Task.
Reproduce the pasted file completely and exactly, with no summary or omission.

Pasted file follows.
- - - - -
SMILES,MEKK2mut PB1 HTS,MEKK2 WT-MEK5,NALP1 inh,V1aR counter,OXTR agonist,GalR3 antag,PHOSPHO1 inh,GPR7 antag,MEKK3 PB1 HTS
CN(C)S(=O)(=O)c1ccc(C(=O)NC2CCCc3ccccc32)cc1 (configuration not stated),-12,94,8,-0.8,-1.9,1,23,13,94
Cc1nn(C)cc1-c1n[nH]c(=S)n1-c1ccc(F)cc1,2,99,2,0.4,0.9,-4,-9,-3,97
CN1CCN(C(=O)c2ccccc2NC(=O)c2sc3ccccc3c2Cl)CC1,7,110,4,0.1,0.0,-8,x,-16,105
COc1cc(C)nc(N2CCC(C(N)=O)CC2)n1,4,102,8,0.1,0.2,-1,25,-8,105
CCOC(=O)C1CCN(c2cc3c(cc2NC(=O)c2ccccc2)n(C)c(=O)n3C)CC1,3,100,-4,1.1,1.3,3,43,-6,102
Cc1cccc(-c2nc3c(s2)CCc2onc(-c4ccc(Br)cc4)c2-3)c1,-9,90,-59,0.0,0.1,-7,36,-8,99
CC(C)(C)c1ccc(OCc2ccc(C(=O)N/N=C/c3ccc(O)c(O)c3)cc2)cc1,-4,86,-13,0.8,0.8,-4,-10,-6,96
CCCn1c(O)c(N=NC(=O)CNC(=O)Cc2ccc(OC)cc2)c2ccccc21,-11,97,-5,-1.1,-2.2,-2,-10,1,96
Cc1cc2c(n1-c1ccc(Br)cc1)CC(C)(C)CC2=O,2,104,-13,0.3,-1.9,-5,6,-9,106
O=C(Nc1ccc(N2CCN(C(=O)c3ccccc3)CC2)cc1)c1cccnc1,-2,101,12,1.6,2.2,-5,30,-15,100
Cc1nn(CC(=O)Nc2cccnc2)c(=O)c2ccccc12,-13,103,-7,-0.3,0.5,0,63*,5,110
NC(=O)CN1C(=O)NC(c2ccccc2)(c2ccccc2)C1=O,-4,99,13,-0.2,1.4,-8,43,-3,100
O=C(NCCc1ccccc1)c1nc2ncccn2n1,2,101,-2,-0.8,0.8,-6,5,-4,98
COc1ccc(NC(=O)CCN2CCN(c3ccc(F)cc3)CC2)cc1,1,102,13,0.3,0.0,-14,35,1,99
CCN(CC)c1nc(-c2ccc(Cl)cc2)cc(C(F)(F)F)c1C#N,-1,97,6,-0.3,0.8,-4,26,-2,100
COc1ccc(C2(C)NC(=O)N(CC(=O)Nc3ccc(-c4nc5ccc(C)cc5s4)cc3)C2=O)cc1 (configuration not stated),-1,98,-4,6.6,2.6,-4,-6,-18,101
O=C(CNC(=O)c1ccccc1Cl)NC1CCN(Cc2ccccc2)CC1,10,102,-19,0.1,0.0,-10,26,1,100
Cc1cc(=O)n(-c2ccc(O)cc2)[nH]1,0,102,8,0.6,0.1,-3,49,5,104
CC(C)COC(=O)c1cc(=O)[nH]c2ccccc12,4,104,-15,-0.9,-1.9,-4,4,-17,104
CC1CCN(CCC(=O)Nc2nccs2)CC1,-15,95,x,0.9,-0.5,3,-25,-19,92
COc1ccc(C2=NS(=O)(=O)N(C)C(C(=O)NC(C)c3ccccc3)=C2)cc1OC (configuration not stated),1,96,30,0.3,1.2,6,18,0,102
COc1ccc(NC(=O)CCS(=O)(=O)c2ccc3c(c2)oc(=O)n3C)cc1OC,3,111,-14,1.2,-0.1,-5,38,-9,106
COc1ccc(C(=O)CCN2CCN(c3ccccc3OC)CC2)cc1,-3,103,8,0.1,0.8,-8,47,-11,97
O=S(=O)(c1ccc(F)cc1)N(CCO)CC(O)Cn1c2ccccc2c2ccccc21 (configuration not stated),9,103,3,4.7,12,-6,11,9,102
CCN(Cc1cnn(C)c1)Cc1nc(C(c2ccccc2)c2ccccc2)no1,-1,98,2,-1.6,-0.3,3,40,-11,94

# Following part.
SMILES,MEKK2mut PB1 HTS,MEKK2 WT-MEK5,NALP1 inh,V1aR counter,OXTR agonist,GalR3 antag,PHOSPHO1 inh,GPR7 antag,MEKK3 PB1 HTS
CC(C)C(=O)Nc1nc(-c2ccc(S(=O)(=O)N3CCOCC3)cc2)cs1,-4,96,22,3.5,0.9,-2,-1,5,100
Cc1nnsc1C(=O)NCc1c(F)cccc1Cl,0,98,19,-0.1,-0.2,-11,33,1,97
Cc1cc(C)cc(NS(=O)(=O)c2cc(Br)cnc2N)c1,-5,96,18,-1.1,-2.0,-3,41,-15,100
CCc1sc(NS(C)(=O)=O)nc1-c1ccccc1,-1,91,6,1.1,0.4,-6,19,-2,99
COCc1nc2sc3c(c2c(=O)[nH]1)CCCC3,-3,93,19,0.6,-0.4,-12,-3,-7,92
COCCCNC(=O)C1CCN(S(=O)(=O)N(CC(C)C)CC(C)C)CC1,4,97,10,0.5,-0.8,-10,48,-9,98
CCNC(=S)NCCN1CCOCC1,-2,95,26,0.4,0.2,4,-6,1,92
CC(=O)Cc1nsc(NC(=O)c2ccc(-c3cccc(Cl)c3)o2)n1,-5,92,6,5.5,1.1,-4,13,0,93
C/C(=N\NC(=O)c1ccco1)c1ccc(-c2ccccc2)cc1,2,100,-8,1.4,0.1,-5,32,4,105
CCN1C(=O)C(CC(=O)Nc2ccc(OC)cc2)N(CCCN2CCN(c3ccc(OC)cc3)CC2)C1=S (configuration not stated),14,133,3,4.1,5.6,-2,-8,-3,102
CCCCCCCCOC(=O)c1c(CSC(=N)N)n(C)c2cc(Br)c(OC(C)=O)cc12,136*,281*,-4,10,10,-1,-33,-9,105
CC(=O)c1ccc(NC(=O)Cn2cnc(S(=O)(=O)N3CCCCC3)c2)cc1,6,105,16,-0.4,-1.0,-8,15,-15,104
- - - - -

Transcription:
SMILES,MEKK2mut PB1 HTS,MEKK2 WT-MEK5,NALP1 inh,V1aR counter,OXTR agonist,GalR3 antag,PHOSPHO1 inh,GPR7 antag,MEKK3 PB1 HTS
CN(C)S(=O)(=O)c1ccc(C(=O)NC2CCCc3ccccc32)cc1 (configuration not stated),-12,94,8,-0.8,-1.9,1,23,13,94
Cc1nn(C)cc1-c1n[nH]c(=S)n1-c1ccc(F)cc1,2,99,2,0.4,0.9,-4,-9,-3,97
CN1CCN(C(=O)c2ccccc2NC(=O)c2sc3ccccc3c2Cl)CC1,7,110,4,0.1,0.0,-8,x,-16,105
COc1cc(C)nc(N2CCC(C(N)=O)CC2)n1,4,102,8,0.1,0.2,-1,25,-8,105
CCOC(=O)C1CCN(c2cc3c(cc2NC(=O)c2ccccc2)n(C)c(=O)n3C)CC1,3,100,-4,1.1,1.3,3,43,-6,102
Cc1cccc(-c2nc3c(s2)CCc2onc(-c4ccc(Br)cc4)c2-3)c1,-9,90,-59,0.0,0.1,-7,36,-8,99
CC(C)(C)c1ccc(OCc2ccc(C(=O)N/N=C/c3ccc(O)c(O)c3)cc2)cc1,-4,86,-13,0.8,0.8,-4,-10,-6,96
CCCn1c(O)c(N=NC(=O)CNC(=O)Cc2ccc(OC)cc2)c2ccccc21,-11,97,-5,-1.1,-2.2,-2,-10,1,96
Cc1cc2c(n1-c1ccc(Br)cc1)CC(C)(C)CC2=O,2,104,-13,0.3,-1.9,-5,6,-9,106
O=C(Nc1ccc(N2CCN(C(=O)c3ccccc3)CC2)cc1)c1cccnc1,-2,101,12,1.6,2.2,-5,30,-15,100
Cc1nn(CC(=O)Nc2cccnc2)c(=O)c2ccccc12,-13,103,-7,-0.3,0.5,0,63*,5,110
NC(=O)CN1C(=O)NC(c2ccccc2)(c2ccccc2)C1=O,-4,99,13,-0.2,1.4,-8,43,-3,100
O=C(NCCc1ccccc1)c1nc2ncccn2n1,2,101,-2,-0.8,0.8,-6,5,-4,98
COc1ccc(NC(=O)CCN2CCN(c3ccc(F)cc3)CC2)cc1,1,102,13,0.3,0.0,-14,35,1,99
CCN(CC)c1nc(-c2ccc(Cl)cc2)cc(C(F)(F)F)c1C#N,-1,97,6,-0.3,0.8,-4,26,-2,100
COc1ccc(C2(C)NC(=O)N(CC(=O)Nc3ccc(-c4nc5ccc(C)cc5s4)cc3)C2=O)cc1 (configuration not stated),-1,98,-4,6.6,2.6,-4,-6,-18,101
O=C(CNC(=O)c1ccccc1Cl)NC1CCN(Cc2ccccc2)CC1,10,102,-19,0.1,0.0,-10,26,1,100
Cc1cc(=O)n(-c2ccc(O)cc2)[nH]1,0,102,8,0.6,0.1,-3,49,5,104
CC(C)COC(=O)c1cc(=O)[nH]c2ccccc12,4,104,-15,-0.9,-1.9,-4,4,-17,104
CC1CCN(CCC(=O)Nc2nccs2)CC1,-15,95,x,0.9,-0.5,3,-25,-19,92
COc1ccc(C2=NS(=O)(=O)N(C)C(C(=O)NC(C)c3ccccc3)=C2)cc1OC (configuration not stated),1,96,30,0.3,1.2,6,18,0,102
COc1ccc(NC(=O)CCS(=O)(=O)c2ccc3c(c2)oc(=O)n3C)cc1OC,3,111,-14,1.2,-0.1,-5,38,-9,106
COc1ccc(C(=O)CCN2CCN(c3ccccc3OC)CC2)cc1,-3,103,8,0.1,0.8,-8,47,-11,97
O=S(=O)(c1ccc(F)cc1)N(CCO)CC(O)Cn1c2ccccc2c2ccccc21 (configuration not stated),9,103,3,4.7,12,-6,11,9,102
CCN(Cc1cnn(C)c1)Cc1nc(C(c2ccccc2)c2ccccc2)no1,-1,98,2,-1.6,-0.3,3,40,-11,94

# Following part.
SMILES,MEKK2mut PB1 HTS,MEKK2 WT-MEK5,NALP1 inh,V1aR counter,OXTR agonist,GalR3 antag,PHOSPHO1 inh,GPR7 antag,MEKK3 PB1 HTS
CC(C)C(=O)Nc1nc(-c2ccc(S(=O)(=O)N3CCOCC3)cc2)cs1,-4,96,22,3.5,0.9,-2,-1,5,100
Cc1nnsc1C(=O)NCc1c(F)cccc1Cl,0,98,19,-0.1,-0.2,-11,33,1,97
Cc1cc(C)cc(NS(=O)(=O)c2cc(Br)cnc2N)c1,-5,96,18,-1.1,-2.0,-3,41,-15,100
CCc1sc(NS(C)(=O)=O)nc1-c1ccccc1,-1,91,6,1.1,0.4,-6,19,-2,99
COCc1nc2sc3c(c2c(=O)[nH]1)CCCC3,-3,93,19,0.6,-0.4,-12,-3,-7,92
COCCCNC(=O)C1CCN(S(=O)(=O)N(CC(C)C)CC(C)C)CC1,4,97,10,0.5,-0.8,-10,48,-9,98
CCNC(=S)NCCN1CCOCC1,-2,95,26,0.4,0.2,4,-6,1,92
CC(=O)Cc1nsc(NC(=O)c2ccc(-c3cccc(Cl)c3)o2)n1,-5,92,6,5.5,1.1,-4,13,0,93
C/C(=N\NC(=O)c1ccco1)c1ccc(-c2ccccc2)cc1,2,100,-8,1.4,0.1,-5,32,4,105
CCN1C(=O)C(CC(=O)Nc2ccc(OC)cc2)N(CCCN2CCN(c3ccc(OC)cc3)CC2)C1=S (configuration not stated),14,133,3,4.1,5.6,-2,-8,-3,102
CCCCCCCCOC(=O)c1c(CSC(=N)N)n(C)c2cc(Br)c(OC(C)=O)cc12,136*,281*,-4,10,10,-1,-33,-9,105
CC(=O)c1ccc(NC(=O)Cn2cnc(S(=O)(=O)N3CCCCC3)c2)cc1,6,105,16,-0.4,-1.0,-8,15,-15,104